Li Chi-tak, Hong Kong’s indie comics godfather, gets solo show at international festival
Prestigious French event honours local artist’s 30-year career, as interest in Asian artists continues to grow around the world
Li Chi-tak, dubbed the “Godfather of Hong Kong independent comics”, became the first local comic artist to hold a solo exhibition at the prestigious Angoulême International Comics Festival in France last weekend.
Entitled “Li Chi-tak, Hong Kong Wizard”, the retrospective showcased 80 of the artist’s works from the past 30 years, some exhibited for the first time. Also on show were meticulously drawn, lurid images in full colour from his new book The Beast, a collaboration with Belgian author Jean Dufaux that was launched at the festival after a 10-year gestation.
Exhibition co-curator Connie Lam says it was an honour for Li to be selected to show his work, and it was also important for the Hong Kong comic industry as a whole in raising the profile of its artists.
“Many people think the comics scene in Hong Kong has been having a hard time,” says Lam, who’s also executive director of the Hong Kong Arts Centre, “so this is particularly encouraging for up-and-coming artists.”
One of Hong Kong’s most prolific comic book artists, Li is known for the wide diversity in his work – he’s explored fantasy, history, action, politics and comedy – as well as his ability to employ different styles.
Lam says the exhibits on display at the festival were specifically chosen to showcase this variety, which, she maintains, set him apart from other artists.
“The French audience may have heard about Li Chi-tak, but only know him for a certain style,” she says, pointing to a copy of Li’s comic book Spirit, which was translated into French in 1998. “In the exhibition, you can see his different styles chronologically, which shows his development.”
As well as pages from Spirit and The Beast, highlights of the exhibition included the cover picture of Tong Men Shao Nian, the comic book Li self-published in 1987.
“We chose this as the iconic image for the exhibition because it represented a turning point in his career and influenced a lot of people in that generation,” says Lam.
Action heroes featured heavily in the retrospective, including Li’s sharply dressed spy K, and an unused cover illustration from Black Mask, perhaps his best-known work after it was made into a movie produced by Tsui Hark and starring Jet Li.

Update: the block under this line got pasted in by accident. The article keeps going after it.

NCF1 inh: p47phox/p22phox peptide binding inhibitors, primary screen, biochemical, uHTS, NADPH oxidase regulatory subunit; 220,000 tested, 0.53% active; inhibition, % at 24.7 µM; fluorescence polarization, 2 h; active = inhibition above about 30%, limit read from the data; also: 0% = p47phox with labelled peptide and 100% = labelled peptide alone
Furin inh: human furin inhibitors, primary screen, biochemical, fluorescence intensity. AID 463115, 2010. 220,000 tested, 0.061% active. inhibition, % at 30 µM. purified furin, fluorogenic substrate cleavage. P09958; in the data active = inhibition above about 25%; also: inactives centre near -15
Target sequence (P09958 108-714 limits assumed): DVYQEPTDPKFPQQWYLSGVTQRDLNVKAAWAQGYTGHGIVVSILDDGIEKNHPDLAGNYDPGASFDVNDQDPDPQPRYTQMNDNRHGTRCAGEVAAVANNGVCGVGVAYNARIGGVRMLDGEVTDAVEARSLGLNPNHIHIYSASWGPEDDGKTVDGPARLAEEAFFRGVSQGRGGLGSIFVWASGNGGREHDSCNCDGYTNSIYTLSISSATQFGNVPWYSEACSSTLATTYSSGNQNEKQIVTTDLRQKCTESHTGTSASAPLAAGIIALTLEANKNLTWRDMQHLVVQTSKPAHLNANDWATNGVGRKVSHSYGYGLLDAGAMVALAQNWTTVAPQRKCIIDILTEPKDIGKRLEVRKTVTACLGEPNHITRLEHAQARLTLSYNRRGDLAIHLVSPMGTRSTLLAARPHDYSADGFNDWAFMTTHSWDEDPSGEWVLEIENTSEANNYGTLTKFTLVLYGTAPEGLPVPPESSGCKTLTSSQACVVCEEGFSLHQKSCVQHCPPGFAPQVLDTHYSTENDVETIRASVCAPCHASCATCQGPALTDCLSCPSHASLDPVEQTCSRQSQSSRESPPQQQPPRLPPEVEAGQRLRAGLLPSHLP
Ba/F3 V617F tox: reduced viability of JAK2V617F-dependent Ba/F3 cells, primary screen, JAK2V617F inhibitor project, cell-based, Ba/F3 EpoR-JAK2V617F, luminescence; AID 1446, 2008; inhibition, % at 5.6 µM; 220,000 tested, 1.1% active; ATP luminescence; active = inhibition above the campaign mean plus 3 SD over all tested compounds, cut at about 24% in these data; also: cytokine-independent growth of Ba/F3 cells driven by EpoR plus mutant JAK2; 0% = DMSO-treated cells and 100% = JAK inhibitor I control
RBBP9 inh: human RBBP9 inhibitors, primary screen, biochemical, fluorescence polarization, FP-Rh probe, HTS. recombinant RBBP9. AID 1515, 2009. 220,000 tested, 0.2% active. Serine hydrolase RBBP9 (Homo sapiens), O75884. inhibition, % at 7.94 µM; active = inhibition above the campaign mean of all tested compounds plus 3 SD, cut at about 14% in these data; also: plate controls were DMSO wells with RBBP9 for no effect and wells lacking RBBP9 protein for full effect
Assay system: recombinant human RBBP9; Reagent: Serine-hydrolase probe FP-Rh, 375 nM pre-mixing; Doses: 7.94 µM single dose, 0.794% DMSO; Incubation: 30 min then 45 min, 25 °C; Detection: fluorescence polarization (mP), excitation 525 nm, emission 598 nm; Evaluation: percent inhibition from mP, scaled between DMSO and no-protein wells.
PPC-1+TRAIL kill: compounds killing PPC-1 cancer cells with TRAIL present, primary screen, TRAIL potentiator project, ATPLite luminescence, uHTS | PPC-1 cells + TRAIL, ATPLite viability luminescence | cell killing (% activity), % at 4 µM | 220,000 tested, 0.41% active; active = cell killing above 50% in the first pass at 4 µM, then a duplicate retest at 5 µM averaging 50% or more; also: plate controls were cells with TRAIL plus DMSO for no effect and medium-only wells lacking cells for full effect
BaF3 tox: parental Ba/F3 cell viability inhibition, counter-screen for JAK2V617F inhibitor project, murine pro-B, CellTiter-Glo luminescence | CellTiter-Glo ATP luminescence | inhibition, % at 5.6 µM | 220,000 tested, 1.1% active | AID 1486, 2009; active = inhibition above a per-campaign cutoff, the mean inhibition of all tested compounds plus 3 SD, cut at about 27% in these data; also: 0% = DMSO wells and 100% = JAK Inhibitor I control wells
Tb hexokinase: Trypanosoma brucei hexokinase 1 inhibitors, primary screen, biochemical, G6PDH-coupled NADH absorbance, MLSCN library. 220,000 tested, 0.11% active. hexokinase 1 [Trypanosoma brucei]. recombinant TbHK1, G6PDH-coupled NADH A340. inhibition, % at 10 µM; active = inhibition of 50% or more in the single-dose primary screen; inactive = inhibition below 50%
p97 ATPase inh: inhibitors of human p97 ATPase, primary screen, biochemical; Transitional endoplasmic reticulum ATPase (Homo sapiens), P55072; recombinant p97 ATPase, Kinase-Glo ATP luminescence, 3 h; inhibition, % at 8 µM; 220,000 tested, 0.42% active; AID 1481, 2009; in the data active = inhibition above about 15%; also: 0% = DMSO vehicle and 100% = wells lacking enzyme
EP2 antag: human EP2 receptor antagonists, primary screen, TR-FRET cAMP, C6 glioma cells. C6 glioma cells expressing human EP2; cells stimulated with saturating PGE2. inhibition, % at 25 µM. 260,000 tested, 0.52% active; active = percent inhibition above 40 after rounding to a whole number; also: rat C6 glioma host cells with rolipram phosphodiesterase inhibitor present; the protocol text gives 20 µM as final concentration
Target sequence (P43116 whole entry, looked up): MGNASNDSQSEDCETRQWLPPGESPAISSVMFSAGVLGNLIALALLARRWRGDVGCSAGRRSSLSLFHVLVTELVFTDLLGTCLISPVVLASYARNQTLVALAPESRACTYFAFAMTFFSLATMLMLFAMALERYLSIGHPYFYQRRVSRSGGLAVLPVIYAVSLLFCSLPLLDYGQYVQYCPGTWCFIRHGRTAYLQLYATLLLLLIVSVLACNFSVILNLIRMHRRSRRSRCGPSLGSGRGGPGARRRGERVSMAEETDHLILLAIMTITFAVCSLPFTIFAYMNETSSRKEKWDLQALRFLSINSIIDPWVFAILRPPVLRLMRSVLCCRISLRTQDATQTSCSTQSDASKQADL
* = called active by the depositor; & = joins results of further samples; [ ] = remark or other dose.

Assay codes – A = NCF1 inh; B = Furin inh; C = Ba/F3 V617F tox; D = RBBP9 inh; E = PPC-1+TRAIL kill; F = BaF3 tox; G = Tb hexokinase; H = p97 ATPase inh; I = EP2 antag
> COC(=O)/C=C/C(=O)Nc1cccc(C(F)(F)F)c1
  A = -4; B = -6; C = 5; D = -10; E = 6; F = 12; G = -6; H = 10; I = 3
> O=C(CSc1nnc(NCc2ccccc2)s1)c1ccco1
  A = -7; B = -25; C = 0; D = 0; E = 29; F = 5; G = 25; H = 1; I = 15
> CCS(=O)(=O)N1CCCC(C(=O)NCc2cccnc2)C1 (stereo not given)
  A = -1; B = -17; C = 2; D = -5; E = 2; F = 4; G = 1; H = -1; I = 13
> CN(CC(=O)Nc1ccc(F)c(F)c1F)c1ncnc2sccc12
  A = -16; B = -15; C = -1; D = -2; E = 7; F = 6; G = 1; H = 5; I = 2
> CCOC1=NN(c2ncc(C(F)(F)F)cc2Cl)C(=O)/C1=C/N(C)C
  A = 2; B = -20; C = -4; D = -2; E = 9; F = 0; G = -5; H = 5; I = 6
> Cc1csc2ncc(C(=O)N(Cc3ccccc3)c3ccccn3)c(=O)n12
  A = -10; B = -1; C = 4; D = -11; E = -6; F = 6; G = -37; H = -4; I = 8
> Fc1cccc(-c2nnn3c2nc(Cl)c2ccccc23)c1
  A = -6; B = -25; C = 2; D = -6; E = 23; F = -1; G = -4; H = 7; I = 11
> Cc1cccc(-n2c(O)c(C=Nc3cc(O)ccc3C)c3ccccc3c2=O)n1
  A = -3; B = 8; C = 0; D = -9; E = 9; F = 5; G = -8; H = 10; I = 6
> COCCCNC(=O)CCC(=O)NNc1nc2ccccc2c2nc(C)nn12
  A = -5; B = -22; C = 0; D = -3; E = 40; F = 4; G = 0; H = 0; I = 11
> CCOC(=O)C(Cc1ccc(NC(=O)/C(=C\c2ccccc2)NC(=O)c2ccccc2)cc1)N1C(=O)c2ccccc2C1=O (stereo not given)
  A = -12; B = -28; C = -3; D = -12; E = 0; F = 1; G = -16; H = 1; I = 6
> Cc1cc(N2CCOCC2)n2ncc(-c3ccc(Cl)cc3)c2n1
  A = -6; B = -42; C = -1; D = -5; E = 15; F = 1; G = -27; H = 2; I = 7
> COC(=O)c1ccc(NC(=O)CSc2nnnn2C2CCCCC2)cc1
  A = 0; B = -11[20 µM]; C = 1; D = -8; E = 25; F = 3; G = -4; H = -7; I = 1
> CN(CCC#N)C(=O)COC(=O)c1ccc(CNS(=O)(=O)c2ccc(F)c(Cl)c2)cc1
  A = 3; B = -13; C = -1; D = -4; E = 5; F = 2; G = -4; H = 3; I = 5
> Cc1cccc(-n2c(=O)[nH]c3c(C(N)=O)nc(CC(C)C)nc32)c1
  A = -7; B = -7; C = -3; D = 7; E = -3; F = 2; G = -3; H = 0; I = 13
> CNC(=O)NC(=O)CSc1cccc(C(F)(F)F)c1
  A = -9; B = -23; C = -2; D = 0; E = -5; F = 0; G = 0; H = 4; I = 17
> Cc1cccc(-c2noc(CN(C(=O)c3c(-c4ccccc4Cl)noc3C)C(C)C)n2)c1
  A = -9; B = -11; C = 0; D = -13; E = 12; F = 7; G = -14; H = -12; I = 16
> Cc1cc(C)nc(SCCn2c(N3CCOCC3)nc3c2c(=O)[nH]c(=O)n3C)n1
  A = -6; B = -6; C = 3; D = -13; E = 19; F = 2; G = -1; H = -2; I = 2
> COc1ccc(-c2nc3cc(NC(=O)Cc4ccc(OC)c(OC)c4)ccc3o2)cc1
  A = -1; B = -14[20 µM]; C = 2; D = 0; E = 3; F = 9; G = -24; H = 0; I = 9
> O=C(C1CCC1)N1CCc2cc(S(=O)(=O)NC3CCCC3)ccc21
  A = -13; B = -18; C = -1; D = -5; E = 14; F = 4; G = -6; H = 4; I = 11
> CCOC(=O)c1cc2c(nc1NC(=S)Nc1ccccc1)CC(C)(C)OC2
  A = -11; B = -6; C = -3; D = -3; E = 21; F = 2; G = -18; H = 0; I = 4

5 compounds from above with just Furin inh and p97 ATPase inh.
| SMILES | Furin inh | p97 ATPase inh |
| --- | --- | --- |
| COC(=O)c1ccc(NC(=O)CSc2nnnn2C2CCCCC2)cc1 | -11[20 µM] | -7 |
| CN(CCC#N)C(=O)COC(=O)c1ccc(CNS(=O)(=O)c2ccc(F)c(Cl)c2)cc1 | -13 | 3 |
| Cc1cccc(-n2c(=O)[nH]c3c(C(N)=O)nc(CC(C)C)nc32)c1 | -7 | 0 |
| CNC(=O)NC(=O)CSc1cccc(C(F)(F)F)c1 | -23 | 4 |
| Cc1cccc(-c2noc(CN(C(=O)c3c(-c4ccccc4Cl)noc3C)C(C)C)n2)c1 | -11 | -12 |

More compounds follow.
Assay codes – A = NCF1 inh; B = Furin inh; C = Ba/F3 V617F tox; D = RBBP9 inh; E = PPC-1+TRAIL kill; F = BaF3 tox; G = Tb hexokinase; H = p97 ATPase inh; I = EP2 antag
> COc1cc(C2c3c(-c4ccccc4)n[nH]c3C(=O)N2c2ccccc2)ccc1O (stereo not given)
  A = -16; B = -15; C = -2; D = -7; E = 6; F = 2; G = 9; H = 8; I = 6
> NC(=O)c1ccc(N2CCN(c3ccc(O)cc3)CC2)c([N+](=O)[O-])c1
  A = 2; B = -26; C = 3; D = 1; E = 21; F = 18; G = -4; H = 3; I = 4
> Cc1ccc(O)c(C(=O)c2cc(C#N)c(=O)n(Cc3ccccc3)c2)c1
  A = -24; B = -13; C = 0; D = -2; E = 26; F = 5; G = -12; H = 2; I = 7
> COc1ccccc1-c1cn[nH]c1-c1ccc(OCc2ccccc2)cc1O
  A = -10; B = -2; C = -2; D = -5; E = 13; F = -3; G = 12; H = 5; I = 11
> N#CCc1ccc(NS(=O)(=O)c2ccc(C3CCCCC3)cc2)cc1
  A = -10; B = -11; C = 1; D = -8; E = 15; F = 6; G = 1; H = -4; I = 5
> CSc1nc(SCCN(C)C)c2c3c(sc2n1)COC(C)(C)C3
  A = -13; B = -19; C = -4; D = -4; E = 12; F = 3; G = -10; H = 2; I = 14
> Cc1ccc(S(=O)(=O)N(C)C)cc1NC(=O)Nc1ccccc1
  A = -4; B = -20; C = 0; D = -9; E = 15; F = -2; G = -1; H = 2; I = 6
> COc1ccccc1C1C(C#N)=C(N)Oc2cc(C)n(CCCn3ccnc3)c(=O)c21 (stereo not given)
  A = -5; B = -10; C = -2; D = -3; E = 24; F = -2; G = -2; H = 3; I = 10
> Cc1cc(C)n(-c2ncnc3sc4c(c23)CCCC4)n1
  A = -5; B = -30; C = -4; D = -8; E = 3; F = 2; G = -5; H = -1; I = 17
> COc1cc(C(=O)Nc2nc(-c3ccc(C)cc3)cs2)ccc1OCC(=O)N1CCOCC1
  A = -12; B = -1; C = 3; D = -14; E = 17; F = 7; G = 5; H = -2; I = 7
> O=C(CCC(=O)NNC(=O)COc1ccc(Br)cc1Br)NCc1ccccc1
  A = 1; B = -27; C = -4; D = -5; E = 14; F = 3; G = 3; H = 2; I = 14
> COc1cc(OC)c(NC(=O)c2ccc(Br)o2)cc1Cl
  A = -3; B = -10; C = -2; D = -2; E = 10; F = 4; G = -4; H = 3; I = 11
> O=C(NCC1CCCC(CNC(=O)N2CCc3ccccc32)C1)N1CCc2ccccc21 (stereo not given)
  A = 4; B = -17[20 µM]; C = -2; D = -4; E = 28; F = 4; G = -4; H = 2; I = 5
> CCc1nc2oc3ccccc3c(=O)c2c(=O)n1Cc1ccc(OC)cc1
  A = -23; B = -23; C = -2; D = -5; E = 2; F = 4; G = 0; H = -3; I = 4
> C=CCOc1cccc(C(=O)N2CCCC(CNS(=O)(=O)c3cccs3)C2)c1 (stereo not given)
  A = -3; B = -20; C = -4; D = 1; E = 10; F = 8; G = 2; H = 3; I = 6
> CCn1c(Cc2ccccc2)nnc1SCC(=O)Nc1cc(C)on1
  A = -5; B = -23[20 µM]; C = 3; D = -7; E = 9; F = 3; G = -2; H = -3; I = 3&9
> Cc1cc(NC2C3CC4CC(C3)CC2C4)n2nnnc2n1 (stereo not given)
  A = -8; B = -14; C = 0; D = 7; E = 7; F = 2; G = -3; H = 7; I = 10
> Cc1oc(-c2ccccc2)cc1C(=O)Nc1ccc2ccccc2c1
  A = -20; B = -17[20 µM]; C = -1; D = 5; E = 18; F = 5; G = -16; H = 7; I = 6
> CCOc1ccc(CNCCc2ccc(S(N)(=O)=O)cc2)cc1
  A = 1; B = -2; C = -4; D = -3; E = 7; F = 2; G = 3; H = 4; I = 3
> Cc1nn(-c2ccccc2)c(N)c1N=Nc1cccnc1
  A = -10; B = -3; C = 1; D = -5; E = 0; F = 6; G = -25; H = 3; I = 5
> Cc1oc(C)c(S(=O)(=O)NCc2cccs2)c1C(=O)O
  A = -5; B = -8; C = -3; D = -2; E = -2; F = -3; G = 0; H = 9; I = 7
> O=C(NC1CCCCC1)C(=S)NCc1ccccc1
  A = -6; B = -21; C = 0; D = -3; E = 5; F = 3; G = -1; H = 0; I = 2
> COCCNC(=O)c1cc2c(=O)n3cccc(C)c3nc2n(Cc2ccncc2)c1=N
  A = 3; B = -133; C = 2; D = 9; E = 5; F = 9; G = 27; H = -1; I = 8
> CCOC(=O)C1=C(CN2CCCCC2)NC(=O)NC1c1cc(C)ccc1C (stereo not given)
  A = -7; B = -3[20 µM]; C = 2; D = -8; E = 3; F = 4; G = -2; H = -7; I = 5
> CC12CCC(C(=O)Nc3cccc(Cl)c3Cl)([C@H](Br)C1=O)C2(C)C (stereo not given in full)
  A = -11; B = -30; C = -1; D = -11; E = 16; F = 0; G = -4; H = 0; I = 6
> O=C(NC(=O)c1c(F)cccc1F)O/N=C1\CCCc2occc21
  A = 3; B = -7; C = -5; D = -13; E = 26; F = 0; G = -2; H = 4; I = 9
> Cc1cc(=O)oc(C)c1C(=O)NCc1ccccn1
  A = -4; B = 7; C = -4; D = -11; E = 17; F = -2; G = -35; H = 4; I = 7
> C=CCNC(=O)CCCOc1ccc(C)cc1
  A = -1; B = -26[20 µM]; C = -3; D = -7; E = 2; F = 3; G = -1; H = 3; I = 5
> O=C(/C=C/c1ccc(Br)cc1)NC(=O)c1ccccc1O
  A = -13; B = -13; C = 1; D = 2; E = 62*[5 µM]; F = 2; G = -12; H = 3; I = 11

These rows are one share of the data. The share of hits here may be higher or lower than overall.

Also on display were several of his illustrations for Japanese magazines, including drawings from the short story Kagamijigoku, as well as some of his comic strips from Campus Chinese, the Hong Kong Economic Times’ educational supplement, later published in the compilation The Voyager.
While remaining relatively obscure on the international comic scene, Li had won some new fans at the festival, which has been held in Angoulême annually since 1974.
“I didn’t know the artist before this expo, but there is so much variety in his work, I want to know more about him,” says Martin Georis, a comic artist from Belgium who visited the exhibition.
“I don’t understand the stories where there is no translation, but the pictures themselves are very interesting, and make me want to know the whole story.”
Several visitors to the exhibition noted the difference between Li’s work and Japanese manga, which has been more prominent at the festival than Hong Kong manhua (to use the Cantonese word for comics) in the past.
“I don’t like manga, but I like Li Chi-tak’s work,” says graphic design student Yves Durif. “This kind of drawing and this kind of detail, his style … it’s different from manga”.
The contribution of Asian artists – manga, manhua and the Korean manhwa – at the Angoulême Festival has been increasing in the past decade alongside a growing interest in manga and other Asian comics around the world.
A third of comic books published in French now originate from Asia, and last year the festival’s top prize went to a manga artist, Katsuhiro Otomo, for the first time. In line with convention, Otomo was the president of the jury at this year’s festival.
Li, who has long cited Otomo as one of his main influences, describes the Japanese artist as “a worthwhile recipient of the honour” and says his success was “very significant for the Asian comics scene”.
Now that his latest book has been published, Li is planning to turn his attention back to the Asian market. He says his remaining ambitions include having a publication in Japan: he’s had short stories published in Japanese magazines in the past, but has never had his own publication.
Li is also keen to get involved in making a movie from another of his comic books. The artist says he didn’t have a lot of involvement in the big screen production of Black Mask and would like a bigger role in the adaptation of another of his titles.
“Otomo’s made two movies,” he says with a smile.